Implications of The Bottleneck Hypothesis for Higher-Ed ESL

A recent article in the journal Second Language Research by Isabel Jensen, Roumyana Slabakova, Marit Westergaard, and Bjorn Lundquist (2018) lends support for a theory of second language acquisition called The Bottleneck Hypothesis.

The Bottleneck Hypothesis states that functional morphology poses the greatest obstacle to second language learners acquiring an L2, and, thereby constitutes a bottleneck of cognitive load, thereby limiting the rate of acquisition. The theory originates from a paper by Roumyana Slabakova (2014) of the University of Southampton, in which she posits a theory that syntax and semantics can be acquired more easily than functional morphology.

Image from Slabakova, 2014

Functional Morphology

In linguistics, morphology refers to the building blocks of words, with a morpheme indicating the smallest unit of meaning at the word level. In other words, the un- in unstoppable is a morpheme. So, functional morphology deals with syntax operating at the word, rather than sentence, level. For example, the -s attached to verbs with a singular present tense subject (“John walk-s to school” Or “He speak-s Spanish”) exemplifies morphological syntax.

Jensen et al.

The study by Jensen et al. examined sixty middle- and elementary-school Norwegian children regarding their performance on a standardized exam that tested subject/verb agreement (functional morphology) and word order (sentential syntax). All of the children were English L2 learners. The researchers sought to answer the following research questions:

Research Question 1: Is functional morphology more difficult than core syntax? […]

Research question 2: Is functional morphology a more persistent problem than core syntax? […]

Research question 3: Which syntactic and morphological sub-conditions are more difficult? […]

(Jensen et al., 2018)

They found the data favored all three propositions, and hence, supported Slabakova’s hypothesis (2018).

Slabakova suggested The Bottleneck Hypothesis poses significant implications regarding the need for a return to focus on form approaches to grammar teaching, particularly regarding those structures entailed by the functional morphology (2014).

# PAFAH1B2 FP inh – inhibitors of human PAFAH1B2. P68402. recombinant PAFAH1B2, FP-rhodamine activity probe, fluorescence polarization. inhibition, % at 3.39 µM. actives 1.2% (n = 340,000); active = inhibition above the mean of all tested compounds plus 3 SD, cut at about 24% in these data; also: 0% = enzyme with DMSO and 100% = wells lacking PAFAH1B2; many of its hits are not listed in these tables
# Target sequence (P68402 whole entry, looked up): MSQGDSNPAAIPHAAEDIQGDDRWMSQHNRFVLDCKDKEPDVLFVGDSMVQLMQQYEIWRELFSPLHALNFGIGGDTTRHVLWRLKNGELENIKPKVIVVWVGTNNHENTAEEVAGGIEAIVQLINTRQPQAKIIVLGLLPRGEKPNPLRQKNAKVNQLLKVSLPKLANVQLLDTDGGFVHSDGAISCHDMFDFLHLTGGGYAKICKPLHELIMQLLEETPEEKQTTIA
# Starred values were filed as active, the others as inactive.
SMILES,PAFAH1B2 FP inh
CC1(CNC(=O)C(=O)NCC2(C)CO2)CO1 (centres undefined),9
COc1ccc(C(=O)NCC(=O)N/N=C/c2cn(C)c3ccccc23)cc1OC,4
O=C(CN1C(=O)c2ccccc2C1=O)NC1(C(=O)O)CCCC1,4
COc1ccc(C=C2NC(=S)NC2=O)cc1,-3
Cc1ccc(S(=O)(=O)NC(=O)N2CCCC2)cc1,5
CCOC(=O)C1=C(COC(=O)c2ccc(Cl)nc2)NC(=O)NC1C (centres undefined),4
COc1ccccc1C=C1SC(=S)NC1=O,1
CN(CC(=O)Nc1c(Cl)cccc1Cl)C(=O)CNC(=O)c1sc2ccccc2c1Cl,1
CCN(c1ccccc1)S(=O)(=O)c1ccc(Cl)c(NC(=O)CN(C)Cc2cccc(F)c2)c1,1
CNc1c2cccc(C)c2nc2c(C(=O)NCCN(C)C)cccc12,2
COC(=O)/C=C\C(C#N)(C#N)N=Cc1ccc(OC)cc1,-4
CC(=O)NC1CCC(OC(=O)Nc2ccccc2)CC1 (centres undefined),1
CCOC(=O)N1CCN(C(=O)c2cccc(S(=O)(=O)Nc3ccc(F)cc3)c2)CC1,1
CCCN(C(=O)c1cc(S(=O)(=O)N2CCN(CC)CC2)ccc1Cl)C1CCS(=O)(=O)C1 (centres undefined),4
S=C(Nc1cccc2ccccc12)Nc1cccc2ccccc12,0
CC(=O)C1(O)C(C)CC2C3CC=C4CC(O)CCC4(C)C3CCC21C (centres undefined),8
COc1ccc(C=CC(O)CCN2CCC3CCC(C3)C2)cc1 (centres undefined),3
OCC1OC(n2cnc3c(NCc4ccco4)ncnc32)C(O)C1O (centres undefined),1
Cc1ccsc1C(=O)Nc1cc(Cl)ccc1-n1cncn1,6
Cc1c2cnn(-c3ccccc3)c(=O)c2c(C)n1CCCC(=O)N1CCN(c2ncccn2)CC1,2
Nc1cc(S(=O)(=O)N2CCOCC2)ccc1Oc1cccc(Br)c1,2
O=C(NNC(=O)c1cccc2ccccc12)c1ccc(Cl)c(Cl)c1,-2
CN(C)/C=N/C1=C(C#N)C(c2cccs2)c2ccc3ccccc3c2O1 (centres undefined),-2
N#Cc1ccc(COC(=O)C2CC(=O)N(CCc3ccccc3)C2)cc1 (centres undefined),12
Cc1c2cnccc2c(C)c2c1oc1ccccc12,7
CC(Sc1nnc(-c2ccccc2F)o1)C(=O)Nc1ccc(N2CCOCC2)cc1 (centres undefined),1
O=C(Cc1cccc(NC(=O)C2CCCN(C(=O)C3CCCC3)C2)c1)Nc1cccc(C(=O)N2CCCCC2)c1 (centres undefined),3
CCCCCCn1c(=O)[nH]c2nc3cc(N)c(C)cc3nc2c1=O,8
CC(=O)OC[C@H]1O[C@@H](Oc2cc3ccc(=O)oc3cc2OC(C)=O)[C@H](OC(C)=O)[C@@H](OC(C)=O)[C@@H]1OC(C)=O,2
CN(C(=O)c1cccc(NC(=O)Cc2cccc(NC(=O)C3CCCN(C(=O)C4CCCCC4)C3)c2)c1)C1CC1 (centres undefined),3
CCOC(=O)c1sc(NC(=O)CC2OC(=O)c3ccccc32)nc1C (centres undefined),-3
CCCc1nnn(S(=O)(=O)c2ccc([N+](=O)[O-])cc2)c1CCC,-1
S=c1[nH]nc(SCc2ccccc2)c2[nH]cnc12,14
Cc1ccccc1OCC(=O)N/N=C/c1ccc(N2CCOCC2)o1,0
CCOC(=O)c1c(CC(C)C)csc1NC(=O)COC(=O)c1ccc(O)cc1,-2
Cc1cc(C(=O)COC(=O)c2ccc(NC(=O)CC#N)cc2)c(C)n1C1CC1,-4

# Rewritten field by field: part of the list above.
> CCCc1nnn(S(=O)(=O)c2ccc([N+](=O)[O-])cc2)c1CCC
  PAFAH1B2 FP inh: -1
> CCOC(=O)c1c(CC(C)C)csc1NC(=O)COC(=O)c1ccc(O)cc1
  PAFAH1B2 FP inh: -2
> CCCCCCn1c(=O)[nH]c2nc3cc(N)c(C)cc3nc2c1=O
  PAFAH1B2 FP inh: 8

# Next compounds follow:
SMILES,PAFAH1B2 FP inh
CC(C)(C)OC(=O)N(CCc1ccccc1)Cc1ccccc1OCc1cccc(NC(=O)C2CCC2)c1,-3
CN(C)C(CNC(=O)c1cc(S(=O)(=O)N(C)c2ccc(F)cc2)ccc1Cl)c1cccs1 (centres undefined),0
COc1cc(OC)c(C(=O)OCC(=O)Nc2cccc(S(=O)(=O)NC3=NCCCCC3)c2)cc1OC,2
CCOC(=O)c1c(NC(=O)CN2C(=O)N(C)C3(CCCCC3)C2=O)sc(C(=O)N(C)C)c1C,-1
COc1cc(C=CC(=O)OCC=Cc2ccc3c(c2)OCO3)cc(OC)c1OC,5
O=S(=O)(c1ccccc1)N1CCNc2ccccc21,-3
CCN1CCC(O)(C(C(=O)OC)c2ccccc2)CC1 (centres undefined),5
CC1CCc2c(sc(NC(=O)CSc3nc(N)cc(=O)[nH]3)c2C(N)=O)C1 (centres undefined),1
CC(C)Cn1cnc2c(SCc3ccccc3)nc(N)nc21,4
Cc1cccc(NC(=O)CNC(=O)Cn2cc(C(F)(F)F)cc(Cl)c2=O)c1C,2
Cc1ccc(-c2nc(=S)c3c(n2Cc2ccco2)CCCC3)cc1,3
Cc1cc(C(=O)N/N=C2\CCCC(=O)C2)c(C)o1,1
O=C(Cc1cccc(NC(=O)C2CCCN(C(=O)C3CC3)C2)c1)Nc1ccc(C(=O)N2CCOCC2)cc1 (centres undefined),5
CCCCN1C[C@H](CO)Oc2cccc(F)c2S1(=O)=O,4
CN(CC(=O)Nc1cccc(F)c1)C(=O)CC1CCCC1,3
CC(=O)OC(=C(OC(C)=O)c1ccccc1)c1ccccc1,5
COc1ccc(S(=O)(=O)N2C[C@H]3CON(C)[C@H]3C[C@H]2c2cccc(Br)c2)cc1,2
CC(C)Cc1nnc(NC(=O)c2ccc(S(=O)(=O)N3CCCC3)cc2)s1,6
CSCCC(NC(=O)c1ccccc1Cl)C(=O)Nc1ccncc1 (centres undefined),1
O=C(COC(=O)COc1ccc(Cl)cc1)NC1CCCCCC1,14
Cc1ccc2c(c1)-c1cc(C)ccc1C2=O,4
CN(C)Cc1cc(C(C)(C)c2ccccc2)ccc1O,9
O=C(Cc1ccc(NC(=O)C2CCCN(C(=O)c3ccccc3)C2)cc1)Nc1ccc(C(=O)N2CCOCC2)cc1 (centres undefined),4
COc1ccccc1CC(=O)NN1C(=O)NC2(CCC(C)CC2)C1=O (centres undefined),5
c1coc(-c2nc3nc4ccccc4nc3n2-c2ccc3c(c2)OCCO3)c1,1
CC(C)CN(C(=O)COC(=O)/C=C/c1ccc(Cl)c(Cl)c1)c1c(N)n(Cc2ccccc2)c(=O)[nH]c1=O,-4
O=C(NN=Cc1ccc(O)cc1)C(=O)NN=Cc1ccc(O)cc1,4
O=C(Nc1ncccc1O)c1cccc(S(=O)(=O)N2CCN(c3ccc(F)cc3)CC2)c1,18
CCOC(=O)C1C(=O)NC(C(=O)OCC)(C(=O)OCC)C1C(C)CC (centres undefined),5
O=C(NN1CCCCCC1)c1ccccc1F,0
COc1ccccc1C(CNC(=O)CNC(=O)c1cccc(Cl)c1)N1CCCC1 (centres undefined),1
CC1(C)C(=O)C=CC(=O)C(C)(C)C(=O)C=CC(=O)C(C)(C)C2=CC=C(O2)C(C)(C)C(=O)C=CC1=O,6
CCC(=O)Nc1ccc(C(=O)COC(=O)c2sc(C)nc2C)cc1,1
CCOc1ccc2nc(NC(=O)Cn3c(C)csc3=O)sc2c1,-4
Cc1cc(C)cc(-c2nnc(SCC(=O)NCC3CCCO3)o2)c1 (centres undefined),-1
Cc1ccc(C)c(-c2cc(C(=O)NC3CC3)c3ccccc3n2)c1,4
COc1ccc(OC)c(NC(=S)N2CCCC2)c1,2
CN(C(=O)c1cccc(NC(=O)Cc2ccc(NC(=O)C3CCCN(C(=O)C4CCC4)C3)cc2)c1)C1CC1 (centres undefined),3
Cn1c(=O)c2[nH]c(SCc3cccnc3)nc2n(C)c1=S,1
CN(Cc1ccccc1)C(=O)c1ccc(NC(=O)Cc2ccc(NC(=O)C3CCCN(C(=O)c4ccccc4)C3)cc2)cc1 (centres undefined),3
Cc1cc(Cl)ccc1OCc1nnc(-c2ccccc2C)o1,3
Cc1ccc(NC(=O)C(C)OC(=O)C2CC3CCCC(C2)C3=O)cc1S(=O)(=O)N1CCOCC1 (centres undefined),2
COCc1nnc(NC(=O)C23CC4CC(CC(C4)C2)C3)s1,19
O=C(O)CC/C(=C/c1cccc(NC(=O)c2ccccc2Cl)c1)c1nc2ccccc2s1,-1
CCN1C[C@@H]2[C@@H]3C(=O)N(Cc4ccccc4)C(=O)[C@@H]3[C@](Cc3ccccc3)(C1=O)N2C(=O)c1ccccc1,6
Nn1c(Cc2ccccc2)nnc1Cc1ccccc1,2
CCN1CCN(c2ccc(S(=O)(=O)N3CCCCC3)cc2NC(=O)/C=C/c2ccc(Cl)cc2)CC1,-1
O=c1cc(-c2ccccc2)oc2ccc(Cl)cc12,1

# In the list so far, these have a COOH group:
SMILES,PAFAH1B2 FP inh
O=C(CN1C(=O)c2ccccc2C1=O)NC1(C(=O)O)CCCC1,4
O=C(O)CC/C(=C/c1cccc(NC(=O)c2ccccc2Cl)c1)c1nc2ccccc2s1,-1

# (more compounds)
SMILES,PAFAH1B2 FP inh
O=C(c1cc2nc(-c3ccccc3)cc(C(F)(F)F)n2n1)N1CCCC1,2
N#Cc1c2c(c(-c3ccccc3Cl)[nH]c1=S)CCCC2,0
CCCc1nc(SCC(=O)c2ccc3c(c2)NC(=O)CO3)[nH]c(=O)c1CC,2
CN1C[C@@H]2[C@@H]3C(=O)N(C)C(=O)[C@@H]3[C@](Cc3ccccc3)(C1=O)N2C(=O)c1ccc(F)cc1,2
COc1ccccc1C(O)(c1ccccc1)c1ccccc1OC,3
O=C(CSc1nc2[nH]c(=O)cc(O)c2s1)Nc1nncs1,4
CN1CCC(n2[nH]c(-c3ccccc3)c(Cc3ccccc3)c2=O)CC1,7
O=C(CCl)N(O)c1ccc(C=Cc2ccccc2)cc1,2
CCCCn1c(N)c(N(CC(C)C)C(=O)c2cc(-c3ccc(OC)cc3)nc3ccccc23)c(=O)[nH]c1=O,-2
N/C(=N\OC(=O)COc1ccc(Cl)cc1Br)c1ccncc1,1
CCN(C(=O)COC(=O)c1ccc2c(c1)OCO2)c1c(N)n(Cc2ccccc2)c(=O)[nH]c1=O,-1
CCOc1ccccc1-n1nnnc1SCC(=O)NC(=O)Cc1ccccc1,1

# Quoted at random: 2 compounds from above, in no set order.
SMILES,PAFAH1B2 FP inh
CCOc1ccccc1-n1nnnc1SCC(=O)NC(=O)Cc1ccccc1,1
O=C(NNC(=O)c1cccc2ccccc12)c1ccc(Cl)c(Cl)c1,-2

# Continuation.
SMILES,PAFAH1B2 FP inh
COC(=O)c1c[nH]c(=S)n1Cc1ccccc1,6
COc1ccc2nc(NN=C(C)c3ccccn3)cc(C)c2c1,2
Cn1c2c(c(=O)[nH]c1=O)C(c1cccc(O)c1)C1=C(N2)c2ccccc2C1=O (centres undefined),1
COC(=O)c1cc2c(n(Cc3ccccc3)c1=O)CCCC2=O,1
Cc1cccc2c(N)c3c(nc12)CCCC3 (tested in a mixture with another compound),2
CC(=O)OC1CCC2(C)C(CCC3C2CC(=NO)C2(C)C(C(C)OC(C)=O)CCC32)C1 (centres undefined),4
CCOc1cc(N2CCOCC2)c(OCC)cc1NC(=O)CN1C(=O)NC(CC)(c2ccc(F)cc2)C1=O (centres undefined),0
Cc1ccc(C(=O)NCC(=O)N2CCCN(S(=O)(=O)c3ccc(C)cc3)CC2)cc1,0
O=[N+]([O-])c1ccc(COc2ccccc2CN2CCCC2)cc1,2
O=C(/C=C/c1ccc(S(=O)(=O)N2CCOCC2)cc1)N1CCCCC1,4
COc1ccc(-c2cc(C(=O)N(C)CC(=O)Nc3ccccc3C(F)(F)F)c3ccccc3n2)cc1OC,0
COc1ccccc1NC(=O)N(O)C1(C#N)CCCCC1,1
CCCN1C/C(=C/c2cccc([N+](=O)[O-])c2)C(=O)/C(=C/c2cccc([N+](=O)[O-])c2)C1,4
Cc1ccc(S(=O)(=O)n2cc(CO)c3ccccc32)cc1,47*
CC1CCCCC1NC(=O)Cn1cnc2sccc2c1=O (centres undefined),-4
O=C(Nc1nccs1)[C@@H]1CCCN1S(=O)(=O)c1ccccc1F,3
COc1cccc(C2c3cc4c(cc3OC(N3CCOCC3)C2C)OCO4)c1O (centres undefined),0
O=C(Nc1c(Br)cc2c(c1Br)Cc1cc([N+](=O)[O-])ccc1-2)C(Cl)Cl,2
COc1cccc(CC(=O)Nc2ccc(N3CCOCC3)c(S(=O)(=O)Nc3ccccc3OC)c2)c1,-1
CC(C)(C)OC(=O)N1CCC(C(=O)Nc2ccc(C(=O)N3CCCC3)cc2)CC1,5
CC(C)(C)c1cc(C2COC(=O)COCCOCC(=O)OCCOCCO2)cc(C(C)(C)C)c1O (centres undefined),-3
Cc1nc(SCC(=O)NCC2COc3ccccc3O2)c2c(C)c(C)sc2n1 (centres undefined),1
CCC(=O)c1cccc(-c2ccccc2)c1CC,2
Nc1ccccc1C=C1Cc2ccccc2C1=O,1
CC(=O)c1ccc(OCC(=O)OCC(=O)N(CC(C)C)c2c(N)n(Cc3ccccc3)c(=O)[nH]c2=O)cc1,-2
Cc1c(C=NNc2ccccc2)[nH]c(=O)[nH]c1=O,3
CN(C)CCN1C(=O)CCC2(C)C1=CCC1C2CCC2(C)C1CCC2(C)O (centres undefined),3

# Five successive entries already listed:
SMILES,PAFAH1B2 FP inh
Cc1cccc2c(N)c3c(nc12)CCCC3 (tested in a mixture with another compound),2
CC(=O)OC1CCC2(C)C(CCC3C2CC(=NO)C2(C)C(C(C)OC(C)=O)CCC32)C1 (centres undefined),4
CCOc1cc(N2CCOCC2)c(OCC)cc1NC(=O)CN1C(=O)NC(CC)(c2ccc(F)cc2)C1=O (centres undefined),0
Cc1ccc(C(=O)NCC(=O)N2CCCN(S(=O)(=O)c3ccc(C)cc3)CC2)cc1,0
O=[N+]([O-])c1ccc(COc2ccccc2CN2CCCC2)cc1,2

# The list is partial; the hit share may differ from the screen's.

For teachers who haven’t cracked open the literature for a spell, focus on form refers to explicit grammar instruction in the classroom, in either a preemptive (grammar lessons) or reactive (grammar corrections) capacity (Ellis, Basturkmen, & Loewen, 2001).

Implications for higher education ESL Classrooms

If we accept The Bottleneck Hypothesis as true, the implication that morphological features require more practice would justify greater emphasis not only on grammar, but on specific features of grammar that operate in the morphology, such as verb agreement and case marking. Furthermore, might such a proposition be more pertinent for learners whose L1s are morphologically impoverished, such as Mandarin Chinese? When one considers that the majority of English learners in America’s universities are from China, a theory like the Bottleneck Hypothesis could exert significant pedagogical influence.

However, it is worth noting that The Bottleneck Hypothesis lands solidly in the Chomskian minimalist program approach to universal grammar (UG) of language, and as such, is not likely to appeal to those who do not subscribe to UG arguments. So don’t expect any significant changes to pedagogical practice in the field without a preponderance of support.

Nevertheless, if you find The Bottleneck Hypothesis compelling, then perhaps it’s time to pull the dust covers off those audio-lingual drills.


Ellis, R., Basturkmen, H., & Loewen, S. (2001). Preemptive Focus on Form in the ESL Classroom. TESOL Quarterly, 35(3), 407–432.

Jensen, I. N., Slabakova, R., Westergaard, M., & Lundquist, B. (2018). The Bottleneck Hypothesis in L2 acquisition: L1 Norwegian learners’ knowledge of syntax and morphology in L2 English. Second Language Research, 0267658318825067.

Slabakova, R. (2014). The bottleneck of second language acquisition. Foreign Language Teaching and Research46(4), 543-559.

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